Wray NR, Ripke S, Mattheisen M, Trzaskowski M, Byrne EM, Abdellaoui A, et al. Genome-wide association analyses identify 44 risk variants and refine the genetic architecture of major depression. Nat Genet. 2018;50:668–81.

    CAS  Article  Google Scholar 

  11. 11.

    Millard AC, Davies NM, Timpson NJ, Tilling K, Flach PA, Smith GD. MR-PheWAS: hypothesis prioritization among potential causal effects of body mass index on many outcomes, using Mendelian randomization. Sci Rep. 2015;5:16645.

    CAS  Article  Google Scholar 

  12. 12.

    Hewitt J, Walters M, Padmanabhan S, Dawson J. Cohort profile of the UK Biobank: diagnosis and characteristics of cerebrovascular disease. BMJ Open. 2016;6:e009161.

    CAS  Article  Google Scholar 

  13. 13.

    Bycroft C, Freeman C, Petkova D, Band G, Elliott LT, Sharp K, et al. The UK Biobank resource with deep phenotyping and genomic data. Nature. 2018;562:203–9.

    CAS  Article  Google Scholar 

  14. 14.

    Wei WQ, Bastarache LA, Carroll RJ, Marlo JE, Osterman TJ, Gamazon ER, et al. Evaluating phecodes, clinical classification software, and ICD-9-CM codes for phenome-wide association studies in the electronic health record. PLoS ONE. 2017;12:e0175508.

    Article  Google Scholar 

  15. 15.

    Denny JC, Bastarache L, Ritchie MD, Carroll RJ, Zink R, Mosley JD, et al. Systematic comparison of phenome-wide association study of electronic medical record data and genome-wide association study data. Nat Biotechnol. 2013;31:1102–10.

    CAS  Article  Google Scholar 

  16. 16.

    Verma A, Bradford Y, Dudek S, Lucas AM, Verma SS, Pendergrass SA, et al. A simulation study investigating power estimates in phenome-wide association studies. BMC Bioinf. 2018;19:120.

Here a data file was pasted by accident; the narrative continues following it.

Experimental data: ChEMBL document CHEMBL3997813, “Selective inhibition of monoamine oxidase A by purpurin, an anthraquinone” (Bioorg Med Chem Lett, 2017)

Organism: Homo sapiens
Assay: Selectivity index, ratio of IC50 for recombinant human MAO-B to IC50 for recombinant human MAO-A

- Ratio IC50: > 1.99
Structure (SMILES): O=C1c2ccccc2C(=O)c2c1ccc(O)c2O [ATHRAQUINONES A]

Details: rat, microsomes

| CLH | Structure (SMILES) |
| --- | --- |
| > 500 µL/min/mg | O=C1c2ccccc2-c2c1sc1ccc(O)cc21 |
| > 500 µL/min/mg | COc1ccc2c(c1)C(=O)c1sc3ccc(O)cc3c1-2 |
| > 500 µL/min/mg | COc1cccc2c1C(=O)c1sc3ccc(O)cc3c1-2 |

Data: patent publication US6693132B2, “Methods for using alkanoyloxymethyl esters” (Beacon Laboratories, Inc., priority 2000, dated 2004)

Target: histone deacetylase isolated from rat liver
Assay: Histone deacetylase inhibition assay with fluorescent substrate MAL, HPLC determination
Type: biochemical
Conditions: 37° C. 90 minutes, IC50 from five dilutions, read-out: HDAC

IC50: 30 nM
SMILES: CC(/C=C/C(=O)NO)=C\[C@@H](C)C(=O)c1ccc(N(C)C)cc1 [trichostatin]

Article  Google Scholar 

  17. 17.

    Hyde CL, Nagle MW, Tian C, Chen X, Paciga SA, Wendland JR, et al. Identification of 15 genetic loci associated with risk of major depression in individuals of European descent. Nat Genet. 2016;48:1031–6.

    CAS  Article  Google Scholar 

  18. 18.

    Carroll RJ, Bastarache L, Denny JC. R PheWAS: data analysis and plotting tools for phenome-wide association studies in the R environment. Bioinformatics. 2014;30:2375–6.

    CAS  Article  Google Scholar 

  19. 19.

    Yoav Benjamini a, Hochberg Y. Controlling the false discovery rate: a practictical and powerful approach to multiple testing. J R Stat Soc Ser B. 1995;57:289–300.

    Google Scholar 

  20. 20.

    Bowden J, Davey Smith G, Burgess S. Mendelian randomization with invalid instruments: effect estimation and bias detection through Egger regression. Int J Epidemiol. 2015;44:512–25.

    Article  Google Scholar 

  21. 21.

    Verbanck M, Chen CY, Neale B, Do R. Detection of widespread horizontal pleiotropy in causal relationships inferred from Mendelian randomization between complex traits and diseases. Nat Genet. 2018;50:693–8.

    CAS  Article  Google Scholar 

  22. 22.

    Otowa T, Hek K, Lee M, Byrne EM, Mirza SS, Nivard MG, et al. Meta-analysis of genome-wide association studies of anxiety disorders. Mol Psychiatry. 2016;21:1391–9.

    CAS  Article  Google Scholar 

  23. 23.

    Kettunen J, Demirkan A, Wurtz P, Draisma HH, Haller T, Rawal R, et al. Genome-wide study for circulating metabolites identifies 62 loci and reveals novel systemic effects of LPA. Nat Commun. 2016;7:11122.

    CAS  Article  Google Scholar 

  24. 24.

    Nikpay M, Goel A, Won HH, Hall LM, Willenborg C, Kanoni S, et al. A comprehensive 1,000 Genomes-based genome-wide association meta-analysis of coronary artery disease. Nat Genet. 2015;47:1121–30.

    CAS  Article  Google Scholar 

  25. 25.

    Martin-Merino E, Ruigomez A, Garcia Rodriguez LA, Wallander MA, Johansson S. Depression and treatment with antidepressants are associated with the development of gastro-oesophageal reflux disease. Aliment Pharmacol Ther. 2010;31:1132–40.

    CAS  PubMed  Google Scholar 

  26. 26.

    Jiang HY, Chen HZ, Hu XJ, Yu ZH, Yang W, Deng M, et al. Use of selective serotonin reuptake inhibitors and risk of upper gastrointestinal bleeding: a systematic review and meta-analysis. Clin Gastroenterol Hepatol. 2015;13:42–50.e43.

    CAS  Article  Google Scholar 

  27. 27.